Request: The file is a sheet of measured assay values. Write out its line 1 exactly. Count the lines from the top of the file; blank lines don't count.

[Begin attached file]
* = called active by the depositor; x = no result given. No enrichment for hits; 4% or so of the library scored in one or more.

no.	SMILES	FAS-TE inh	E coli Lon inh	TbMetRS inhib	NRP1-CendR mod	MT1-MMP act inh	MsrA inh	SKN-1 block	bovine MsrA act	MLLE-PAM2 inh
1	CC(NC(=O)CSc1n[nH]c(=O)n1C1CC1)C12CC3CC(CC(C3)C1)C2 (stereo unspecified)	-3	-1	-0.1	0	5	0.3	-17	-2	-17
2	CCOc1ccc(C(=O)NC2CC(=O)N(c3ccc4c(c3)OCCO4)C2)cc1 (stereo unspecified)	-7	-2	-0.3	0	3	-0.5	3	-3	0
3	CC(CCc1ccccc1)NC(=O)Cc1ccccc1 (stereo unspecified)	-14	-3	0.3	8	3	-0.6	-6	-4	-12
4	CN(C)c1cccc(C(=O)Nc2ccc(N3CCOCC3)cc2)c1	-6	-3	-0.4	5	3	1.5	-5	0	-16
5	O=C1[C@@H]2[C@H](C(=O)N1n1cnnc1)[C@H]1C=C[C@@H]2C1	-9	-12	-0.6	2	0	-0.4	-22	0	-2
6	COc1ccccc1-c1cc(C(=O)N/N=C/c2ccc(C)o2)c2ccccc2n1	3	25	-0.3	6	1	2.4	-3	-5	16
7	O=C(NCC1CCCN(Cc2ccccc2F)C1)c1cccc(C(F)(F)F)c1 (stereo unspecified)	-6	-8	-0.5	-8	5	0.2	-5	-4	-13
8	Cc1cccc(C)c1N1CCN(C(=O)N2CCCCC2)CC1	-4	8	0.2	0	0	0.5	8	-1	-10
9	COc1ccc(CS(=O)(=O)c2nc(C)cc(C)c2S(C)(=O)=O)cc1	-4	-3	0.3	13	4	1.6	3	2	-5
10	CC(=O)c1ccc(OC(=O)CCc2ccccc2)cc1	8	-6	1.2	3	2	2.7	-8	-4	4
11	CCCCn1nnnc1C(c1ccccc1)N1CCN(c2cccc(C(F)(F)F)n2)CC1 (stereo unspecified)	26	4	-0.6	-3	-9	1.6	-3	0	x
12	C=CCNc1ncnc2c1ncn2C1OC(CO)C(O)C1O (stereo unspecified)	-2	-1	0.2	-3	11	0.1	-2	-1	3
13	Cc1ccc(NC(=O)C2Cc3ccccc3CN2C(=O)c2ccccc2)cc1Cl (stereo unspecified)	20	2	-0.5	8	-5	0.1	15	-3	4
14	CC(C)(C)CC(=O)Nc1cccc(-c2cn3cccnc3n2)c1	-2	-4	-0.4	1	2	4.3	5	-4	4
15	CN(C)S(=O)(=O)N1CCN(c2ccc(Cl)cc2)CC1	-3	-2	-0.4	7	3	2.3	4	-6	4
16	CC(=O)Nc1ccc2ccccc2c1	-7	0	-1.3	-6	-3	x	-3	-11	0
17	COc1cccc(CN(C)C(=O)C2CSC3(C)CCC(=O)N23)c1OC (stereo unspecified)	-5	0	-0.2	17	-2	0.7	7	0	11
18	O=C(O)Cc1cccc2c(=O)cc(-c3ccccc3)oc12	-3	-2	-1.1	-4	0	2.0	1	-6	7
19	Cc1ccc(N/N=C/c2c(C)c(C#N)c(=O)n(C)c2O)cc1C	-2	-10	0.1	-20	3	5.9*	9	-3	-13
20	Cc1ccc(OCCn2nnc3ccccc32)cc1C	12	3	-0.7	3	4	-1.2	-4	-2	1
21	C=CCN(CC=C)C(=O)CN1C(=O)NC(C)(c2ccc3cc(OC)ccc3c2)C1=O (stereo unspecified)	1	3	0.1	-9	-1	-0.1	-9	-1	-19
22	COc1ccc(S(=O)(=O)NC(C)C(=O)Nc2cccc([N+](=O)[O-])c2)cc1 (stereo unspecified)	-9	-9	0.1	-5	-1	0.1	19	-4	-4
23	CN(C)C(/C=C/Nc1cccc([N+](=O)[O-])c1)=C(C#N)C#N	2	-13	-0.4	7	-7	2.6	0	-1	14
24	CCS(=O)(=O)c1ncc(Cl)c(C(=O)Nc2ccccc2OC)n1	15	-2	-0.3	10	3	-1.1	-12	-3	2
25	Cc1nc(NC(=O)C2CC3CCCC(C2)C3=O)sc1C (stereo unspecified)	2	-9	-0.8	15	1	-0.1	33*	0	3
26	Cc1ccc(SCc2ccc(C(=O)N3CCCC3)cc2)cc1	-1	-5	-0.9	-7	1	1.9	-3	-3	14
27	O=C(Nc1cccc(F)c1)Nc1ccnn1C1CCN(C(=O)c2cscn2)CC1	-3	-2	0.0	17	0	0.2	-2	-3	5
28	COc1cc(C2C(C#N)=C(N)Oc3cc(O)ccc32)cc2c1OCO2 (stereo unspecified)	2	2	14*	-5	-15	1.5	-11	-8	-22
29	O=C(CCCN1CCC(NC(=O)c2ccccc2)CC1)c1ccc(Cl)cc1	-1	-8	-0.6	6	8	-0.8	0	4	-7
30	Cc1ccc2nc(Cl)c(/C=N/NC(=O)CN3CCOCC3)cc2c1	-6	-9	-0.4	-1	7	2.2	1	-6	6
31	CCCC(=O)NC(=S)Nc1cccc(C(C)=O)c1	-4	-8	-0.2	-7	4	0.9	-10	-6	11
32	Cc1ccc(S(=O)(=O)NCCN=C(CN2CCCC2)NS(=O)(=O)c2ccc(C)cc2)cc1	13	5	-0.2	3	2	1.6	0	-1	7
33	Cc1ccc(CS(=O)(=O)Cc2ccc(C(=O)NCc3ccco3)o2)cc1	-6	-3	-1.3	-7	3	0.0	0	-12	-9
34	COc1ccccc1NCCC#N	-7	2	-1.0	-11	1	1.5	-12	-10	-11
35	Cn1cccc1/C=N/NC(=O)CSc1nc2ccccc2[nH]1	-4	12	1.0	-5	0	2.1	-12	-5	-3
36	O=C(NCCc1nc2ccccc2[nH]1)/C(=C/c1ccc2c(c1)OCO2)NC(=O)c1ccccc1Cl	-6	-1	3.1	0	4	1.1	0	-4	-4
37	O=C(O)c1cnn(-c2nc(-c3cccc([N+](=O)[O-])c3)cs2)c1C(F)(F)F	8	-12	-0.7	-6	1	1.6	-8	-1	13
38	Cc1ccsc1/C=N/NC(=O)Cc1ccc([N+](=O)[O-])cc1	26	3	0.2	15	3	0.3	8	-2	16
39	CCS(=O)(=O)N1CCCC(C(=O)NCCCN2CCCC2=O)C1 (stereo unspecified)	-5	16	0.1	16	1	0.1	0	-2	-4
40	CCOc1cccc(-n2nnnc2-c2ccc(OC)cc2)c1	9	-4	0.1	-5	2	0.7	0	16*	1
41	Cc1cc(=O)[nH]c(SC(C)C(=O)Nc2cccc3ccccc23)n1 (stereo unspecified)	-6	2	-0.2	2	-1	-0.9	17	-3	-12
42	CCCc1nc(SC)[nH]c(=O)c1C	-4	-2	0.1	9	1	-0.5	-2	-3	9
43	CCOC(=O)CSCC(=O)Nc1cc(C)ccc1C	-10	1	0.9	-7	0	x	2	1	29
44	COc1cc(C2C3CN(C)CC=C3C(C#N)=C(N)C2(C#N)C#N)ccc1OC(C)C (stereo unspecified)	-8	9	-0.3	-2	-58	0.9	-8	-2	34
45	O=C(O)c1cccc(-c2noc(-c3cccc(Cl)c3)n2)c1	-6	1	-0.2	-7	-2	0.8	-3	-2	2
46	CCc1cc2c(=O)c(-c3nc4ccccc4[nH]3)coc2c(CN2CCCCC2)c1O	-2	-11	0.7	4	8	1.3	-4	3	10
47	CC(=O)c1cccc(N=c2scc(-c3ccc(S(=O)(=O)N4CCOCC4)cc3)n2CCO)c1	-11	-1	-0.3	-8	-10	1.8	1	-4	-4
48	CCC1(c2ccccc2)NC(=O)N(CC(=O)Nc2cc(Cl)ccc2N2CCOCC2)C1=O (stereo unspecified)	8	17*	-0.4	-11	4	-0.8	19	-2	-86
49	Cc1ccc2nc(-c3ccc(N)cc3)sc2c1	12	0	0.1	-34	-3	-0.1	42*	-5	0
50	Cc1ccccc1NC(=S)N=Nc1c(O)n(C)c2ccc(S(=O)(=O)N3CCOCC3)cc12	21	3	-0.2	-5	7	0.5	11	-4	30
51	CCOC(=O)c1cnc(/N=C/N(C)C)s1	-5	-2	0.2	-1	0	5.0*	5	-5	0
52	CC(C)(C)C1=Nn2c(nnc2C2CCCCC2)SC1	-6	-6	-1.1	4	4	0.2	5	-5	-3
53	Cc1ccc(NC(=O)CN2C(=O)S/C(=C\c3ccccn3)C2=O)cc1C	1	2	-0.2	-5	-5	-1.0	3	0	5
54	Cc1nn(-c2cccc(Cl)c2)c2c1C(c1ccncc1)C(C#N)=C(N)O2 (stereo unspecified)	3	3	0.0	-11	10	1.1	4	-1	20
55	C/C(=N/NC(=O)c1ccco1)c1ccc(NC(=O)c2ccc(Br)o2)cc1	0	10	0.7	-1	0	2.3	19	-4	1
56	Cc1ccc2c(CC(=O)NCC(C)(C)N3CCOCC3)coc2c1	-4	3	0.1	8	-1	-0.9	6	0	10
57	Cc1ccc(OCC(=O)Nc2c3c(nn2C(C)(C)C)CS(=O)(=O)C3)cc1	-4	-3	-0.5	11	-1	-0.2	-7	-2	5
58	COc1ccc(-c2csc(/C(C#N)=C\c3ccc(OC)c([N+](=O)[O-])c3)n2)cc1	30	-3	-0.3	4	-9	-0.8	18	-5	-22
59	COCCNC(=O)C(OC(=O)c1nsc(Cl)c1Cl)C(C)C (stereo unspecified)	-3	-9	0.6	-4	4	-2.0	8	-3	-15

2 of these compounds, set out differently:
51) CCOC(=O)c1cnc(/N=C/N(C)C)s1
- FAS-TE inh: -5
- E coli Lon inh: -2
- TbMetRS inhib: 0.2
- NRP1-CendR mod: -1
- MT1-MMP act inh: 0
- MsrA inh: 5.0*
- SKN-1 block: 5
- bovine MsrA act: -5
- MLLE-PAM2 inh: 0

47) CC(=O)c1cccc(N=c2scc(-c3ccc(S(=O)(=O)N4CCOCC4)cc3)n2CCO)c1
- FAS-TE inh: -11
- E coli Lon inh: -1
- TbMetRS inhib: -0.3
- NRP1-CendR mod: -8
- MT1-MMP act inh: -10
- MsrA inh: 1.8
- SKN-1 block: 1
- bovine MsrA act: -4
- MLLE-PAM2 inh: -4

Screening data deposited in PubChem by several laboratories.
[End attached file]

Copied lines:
* = called active by the depositor; x = no result given. No enrichment for hits; 4% or so of the library scored in one or more.